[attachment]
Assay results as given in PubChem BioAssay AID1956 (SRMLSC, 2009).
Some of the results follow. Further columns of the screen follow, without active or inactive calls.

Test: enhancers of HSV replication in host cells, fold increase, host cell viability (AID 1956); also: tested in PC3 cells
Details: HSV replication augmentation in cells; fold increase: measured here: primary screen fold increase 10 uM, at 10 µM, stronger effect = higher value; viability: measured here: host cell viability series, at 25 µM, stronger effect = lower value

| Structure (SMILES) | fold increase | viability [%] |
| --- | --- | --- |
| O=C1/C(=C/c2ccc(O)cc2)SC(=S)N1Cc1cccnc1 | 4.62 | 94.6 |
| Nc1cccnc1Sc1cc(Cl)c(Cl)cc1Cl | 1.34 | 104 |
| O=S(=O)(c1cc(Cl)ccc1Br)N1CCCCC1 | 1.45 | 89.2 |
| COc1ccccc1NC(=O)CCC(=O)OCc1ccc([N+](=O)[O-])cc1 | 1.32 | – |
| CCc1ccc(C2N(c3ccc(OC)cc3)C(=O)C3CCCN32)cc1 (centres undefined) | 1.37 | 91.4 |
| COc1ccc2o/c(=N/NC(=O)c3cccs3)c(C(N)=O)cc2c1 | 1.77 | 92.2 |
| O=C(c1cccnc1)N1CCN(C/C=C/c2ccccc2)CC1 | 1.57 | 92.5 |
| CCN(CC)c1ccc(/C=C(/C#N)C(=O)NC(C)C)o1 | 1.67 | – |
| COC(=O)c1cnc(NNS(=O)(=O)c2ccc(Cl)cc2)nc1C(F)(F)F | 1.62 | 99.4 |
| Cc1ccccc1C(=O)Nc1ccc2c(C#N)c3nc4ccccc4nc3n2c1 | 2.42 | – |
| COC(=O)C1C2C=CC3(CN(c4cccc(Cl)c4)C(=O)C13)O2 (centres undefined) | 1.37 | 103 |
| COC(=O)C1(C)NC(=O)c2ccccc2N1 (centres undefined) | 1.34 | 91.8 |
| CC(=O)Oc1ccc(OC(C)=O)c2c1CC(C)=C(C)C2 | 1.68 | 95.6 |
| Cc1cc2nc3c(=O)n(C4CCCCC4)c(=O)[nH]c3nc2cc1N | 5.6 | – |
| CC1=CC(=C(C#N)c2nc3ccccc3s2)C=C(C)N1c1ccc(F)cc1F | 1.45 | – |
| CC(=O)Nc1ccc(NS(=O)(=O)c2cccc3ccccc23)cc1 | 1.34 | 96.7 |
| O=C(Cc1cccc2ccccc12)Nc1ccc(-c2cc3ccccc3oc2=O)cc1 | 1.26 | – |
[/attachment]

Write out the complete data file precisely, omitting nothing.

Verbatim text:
Assay results as given in PubChem BioAssay AID1956 (SRMLSC, 2009).
Some of the results follow. Further columns of the screen follow, without active or inactive calls.

Test: enhancers of HSV replication in host cells, fold increase, host cell viability (AID 1956); also: tested in PC3 cells
Details: HSV replication augmentation in cells; fold increase: measured here: primary screen fold increase 10 uM, at 10 µM, stronger effect = higher value; viability: measured here: host cell viability series, at 25 µM, stronger effect = lower value

| Structure (SMILES) | fold increase | viability [%] |
| --- | --- | --- |
| O=C1/C(=C/c2ccc(O)cc2)SC(=S)N1Cc1cccnc1 | 4.62 | 94.6 |
| Nc1cccnc1Sc1cc(Cl)c(Cl)cc1Cl | 1.34 | 104 |
| O=S(=O)(c1cc(Cl)ccc1Br)N1CCCCC1 | 1.45 | 89.2 |
| COc1ccccc1NC(=O)CCC(=O)OCc1ccc([N+](=O)[O-])cc1 | 1.32 | – |
| CCc1ccc(C2N(c3ccc(OC)cc3)C(=O)C3CCCN32)cc1 (centres undefined) | 1.37 | 91.4 |
| COc1ccc2o/c(=N/NC(=O)c3cccs3)c(C(N)=O)cc2c1 | 1.77 | 92.2 |
| O=C(c1cccnc1)N1CCN(C/C=C/c2ccccc2)CC1 | 1.57 | 92.5 |
| CCN(CC)c1ccc(/C=C(/C#N)C(=O)NC(C)C)o1 | 1.67 | – |
| COC(=O)c1cnc(NNS(=O)(=O)c2ccc(Cl)cc2)nc1C(F)(F)F | 1.62 | 99.4 |
| Cc1ccccc1C(=O)Nc1ccc2c(C#N)c3nc4ccccc4nc3n2c1 | 2.42 | – |
| COC(=O)C1C2C=CC3(CN(c4cccc(Cl)c4)C(=O)C13)O2 (centres undefined) | 1.37 | 103 |
| COC(=O)C1(C)NC(=O)c2ccccc2N1 (centres undefined) | 1.34 | 91.8 |
| CC(=O)Oc1ccc(OC(C)=O)c2c1CC(C)=C(C)C2 | 1.68 | 95.6 |
| Cc1cc2nc3c(=O)n(C4CCCCC4)c(=O)[nH]c3nc2cc1N | 5.6 | – |
| CC1=CC(=C(C#N)c2nc3ccccc3s2)C=C(C)N1c1ccc(F)cc1F | 1.45 | – |
| CC(=O)Nc1ccc(NS(=O)(=O)c2cccc3ccccc23)cc1 | 1.34 | 96.7 |
| O=C(Cc1cccc2ccccc12)Nc1ccc(-c2cc3ccccc3oc2=O)cc1 | 1.26 | – |